Thanks a lot for considering.
3D-Print; Polymer, artificial gras, plexiglas
various sizes, ca. 35x35x25cm
In our western world rats have negative attributes. We know them as pests or deliverer of over 70 transmissible diseases on humans. They live in hidden places –under the earth or in the sewage system– far from our society. They provoke hardly any good feelings in us, instead they cause antipathy and disgust. On the contrary to this, the Indian or Asian culture considers positive attributes for rats. For the Hinduistic goddess, Ganesha, the rat serves as a mount and is a symbol for intelligence. The Chinese astrology begins with the rat (or mouse) and symbolises honesty and creativity.
The work "The Grass is Always Greener on the Other Side", in which the rats are displayed in a humanised manor, absorbs the tension between the society and the individual. seemingly deliberate provocking parallels to actual events describe the negative quality of the profit-orientated society as suppressor and exploiter of the earth and the individuals. The rats are held in cages with grass and are demonstrating for subjects which have been or still are up-to-date and are talked about in the media. For this reason specifically the material acrylic glass was used for the cages. In addition the usage of polymer for the rats reflects on the profit-orientated throwaway society and mass industry. The keeping of the rats in cages points out the seemingly more and more worthening human interaction with other creatures or human beings. Pictures of Chinese factories, which satisfy our materialistic needs, come to mind.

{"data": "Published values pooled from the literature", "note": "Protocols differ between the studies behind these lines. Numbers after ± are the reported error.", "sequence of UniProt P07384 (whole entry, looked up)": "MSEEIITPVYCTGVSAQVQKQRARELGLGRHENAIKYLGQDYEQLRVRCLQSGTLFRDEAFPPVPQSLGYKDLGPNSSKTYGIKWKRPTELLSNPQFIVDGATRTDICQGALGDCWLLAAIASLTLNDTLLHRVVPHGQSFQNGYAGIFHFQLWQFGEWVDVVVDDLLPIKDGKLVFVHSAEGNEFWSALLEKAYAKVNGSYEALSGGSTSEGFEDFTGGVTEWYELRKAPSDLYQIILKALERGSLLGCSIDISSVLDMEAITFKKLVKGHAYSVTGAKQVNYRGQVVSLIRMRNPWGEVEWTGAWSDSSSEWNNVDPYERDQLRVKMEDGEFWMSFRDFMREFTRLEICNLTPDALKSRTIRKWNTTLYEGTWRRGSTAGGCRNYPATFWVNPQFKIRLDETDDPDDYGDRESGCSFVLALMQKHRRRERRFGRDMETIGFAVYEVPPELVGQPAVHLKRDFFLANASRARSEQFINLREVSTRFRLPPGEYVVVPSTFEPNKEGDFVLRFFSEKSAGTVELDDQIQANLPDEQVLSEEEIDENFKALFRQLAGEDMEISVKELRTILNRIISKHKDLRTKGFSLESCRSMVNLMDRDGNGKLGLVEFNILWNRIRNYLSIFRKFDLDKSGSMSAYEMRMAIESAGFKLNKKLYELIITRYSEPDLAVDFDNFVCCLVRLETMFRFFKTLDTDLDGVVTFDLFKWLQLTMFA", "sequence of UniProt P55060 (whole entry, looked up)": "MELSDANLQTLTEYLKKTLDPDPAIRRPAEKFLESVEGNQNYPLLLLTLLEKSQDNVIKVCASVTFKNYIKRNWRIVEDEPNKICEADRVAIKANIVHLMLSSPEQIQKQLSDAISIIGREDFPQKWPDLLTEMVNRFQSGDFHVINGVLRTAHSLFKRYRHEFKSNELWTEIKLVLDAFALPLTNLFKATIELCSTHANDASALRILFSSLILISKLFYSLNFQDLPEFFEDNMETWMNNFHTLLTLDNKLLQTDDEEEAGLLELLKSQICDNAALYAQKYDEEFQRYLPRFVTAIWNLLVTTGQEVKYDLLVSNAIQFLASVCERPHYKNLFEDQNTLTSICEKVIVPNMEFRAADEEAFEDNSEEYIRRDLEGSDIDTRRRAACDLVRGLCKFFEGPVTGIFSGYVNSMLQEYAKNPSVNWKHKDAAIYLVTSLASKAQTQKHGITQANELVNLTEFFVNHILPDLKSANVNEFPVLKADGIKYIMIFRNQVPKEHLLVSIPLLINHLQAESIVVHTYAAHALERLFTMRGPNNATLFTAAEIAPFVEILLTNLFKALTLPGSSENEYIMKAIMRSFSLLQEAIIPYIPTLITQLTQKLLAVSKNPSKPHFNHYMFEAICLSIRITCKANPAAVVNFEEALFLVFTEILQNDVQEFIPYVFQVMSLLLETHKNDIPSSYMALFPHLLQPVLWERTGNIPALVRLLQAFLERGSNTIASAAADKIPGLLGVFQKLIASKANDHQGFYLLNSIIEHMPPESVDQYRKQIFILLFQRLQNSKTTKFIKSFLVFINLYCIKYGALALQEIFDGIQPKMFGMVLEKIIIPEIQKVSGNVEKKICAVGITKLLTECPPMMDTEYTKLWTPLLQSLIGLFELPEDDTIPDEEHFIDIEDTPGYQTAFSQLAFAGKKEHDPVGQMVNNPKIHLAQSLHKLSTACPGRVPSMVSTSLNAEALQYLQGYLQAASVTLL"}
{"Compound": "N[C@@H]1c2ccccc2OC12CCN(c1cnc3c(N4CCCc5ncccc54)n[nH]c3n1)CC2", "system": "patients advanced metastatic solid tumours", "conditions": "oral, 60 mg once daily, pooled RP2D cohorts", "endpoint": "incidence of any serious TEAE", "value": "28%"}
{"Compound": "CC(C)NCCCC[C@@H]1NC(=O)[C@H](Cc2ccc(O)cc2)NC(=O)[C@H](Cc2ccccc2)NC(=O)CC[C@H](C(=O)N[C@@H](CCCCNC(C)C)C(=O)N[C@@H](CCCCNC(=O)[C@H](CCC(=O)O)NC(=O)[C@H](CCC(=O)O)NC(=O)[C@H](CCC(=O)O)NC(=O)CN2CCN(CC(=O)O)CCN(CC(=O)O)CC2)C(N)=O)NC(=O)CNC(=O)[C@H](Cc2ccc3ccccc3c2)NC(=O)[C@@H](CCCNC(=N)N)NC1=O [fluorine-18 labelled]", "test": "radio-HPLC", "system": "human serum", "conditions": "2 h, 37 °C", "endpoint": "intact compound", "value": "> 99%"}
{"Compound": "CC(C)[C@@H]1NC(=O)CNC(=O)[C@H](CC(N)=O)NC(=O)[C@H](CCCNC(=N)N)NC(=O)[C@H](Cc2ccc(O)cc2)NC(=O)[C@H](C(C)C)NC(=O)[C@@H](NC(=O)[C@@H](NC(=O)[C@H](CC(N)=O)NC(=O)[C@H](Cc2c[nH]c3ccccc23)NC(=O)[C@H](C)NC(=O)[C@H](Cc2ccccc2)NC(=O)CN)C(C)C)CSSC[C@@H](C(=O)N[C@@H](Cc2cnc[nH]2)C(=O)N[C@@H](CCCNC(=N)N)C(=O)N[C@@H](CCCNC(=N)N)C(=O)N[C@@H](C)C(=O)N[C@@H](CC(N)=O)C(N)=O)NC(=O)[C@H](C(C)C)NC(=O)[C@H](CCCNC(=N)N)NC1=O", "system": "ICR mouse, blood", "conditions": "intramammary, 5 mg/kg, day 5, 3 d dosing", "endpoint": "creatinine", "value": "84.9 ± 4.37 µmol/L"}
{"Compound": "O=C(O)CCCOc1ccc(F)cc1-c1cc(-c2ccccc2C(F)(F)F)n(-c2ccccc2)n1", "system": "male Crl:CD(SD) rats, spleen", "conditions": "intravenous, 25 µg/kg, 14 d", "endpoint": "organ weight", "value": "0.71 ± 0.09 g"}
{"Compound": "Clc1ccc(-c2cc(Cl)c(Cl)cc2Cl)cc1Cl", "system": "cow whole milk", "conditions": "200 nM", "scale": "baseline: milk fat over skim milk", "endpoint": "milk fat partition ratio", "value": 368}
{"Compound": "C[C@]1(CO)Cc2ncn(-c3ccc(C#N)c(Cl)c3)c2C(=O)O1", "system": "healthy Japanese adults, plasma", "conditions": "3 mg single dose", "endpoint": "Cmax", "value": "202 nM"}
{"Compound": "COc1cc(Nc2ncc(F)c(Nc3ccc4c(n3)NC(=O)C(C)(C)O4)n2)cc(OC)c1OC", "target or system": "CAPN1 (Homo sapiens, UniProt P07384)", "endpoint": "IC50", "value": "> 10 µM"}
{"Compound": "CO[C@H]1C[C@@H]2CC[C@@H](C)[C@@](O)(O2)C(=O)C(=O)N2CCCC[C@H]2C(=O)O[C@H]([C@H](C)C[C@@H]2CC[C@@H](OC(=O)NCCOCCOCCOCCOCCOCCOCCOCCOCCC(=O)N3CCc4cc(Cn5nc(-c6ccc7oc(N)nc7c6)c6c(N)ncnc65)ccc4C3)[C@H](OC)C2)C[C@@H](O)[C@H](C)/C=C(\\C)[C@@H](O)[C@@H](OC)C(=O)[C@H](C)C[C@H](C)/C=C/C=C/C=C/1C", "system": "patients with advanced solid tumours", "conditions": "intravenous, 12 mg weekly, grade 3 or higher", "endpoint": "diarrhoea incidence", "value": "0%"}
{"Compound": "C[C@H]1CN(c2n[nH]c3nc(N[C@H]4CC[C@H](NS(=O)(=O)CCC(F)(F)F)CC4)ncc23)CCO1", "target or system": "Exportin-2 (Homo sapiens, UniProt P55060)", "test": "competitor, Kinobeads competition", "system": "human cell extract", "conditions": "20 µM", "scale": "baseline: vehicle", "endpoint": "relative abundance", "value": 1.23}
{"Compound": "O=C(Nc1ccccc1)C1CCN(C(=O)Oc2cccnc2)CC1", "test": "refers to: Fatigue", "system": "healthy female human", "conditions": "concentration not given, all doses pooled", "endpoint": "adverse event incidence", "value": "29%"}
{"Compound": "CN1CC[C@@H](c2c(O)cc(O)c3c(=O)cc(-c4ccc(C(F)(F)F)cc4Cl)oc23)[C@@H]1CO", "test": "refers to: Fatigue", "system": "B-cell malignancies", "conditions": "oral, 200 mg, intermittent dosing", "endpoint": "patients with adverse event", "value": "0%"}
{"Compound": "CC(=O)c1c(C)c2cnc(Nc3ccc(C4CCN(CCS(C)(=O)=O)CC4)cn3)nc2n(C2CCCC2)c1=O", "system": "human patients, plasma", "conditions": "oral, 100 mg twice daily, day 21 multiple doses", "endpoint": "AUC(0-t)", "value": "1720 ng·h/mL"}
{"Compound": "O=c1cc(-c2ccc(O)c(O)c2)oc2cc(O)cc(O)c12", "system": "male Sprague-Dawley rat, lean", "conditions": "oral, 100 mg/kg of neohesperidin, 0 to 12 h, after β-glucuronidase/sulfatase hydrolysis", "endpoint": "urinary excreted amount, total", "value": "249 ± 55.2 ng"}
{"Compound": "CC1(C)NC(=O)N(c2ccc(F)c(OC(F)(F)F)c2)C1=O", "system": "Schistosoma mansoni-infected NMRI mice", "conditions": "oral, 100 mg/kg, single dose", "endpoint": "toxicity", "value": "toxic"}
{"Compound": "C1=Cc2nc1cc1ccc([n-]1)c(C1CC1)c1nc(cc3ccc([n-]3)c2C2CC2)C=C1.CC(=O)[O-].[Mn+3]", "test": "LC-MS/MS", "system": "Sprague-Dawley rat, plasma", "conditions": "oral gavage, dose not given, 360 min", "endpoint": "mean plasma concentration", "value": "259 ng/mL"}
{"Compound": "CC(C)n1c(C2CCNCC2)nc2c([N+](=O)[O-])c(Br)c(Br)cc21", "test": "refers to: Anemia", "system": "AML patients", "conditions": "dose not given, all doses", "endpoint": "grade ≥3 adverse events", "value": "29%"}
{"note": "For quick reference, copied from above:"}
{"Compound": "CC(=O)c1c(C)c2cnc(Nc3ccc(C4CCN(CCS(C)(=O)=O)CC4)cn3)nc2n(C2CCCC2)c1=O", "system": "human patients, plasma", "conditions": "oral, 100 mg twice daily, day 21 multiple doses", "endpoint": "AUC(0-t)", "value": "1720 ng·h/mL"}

The protestors demand freedom, security, justice, in general a "better world", respectively against suppression, mismanagement and injustice. This brings back to mind subjects which have been exploited in the media. Our privileged situation but also our helplessness to solve conflicts becomes obvious. The hope remains that like in the displayed example "Che Guerata" such conflicts solve themselves, even though only after generations. The freedom of speech as our greatest possesion of our society is emphasised here. The viewer consequently sees concidering the case of the "Pussy R(i)ats" that this is unfortunately not an universal law. The rats seemingly wish to be in another place than their own. One rat is trying to escape using a rope. An unfortunate circumstance is awaiting her as traps are beneath. Associations to an escape out of a country shaked by crisis or suppressing regime are provoked and symbolise the dangerous, as well as sometimes deadly circumstances of an escape into the unknown.
»SHOCK One Shot«
, Aranciera di San Sisto, Rome, IT, 04.11.2014
»Defending Freedom«, Fort Abcoude
, Abcoude, NL, 14.09. - 15.09.2013
»chi«, Atelier Worb
Galerie, Worb, CH, 12.02. - 24.02.2013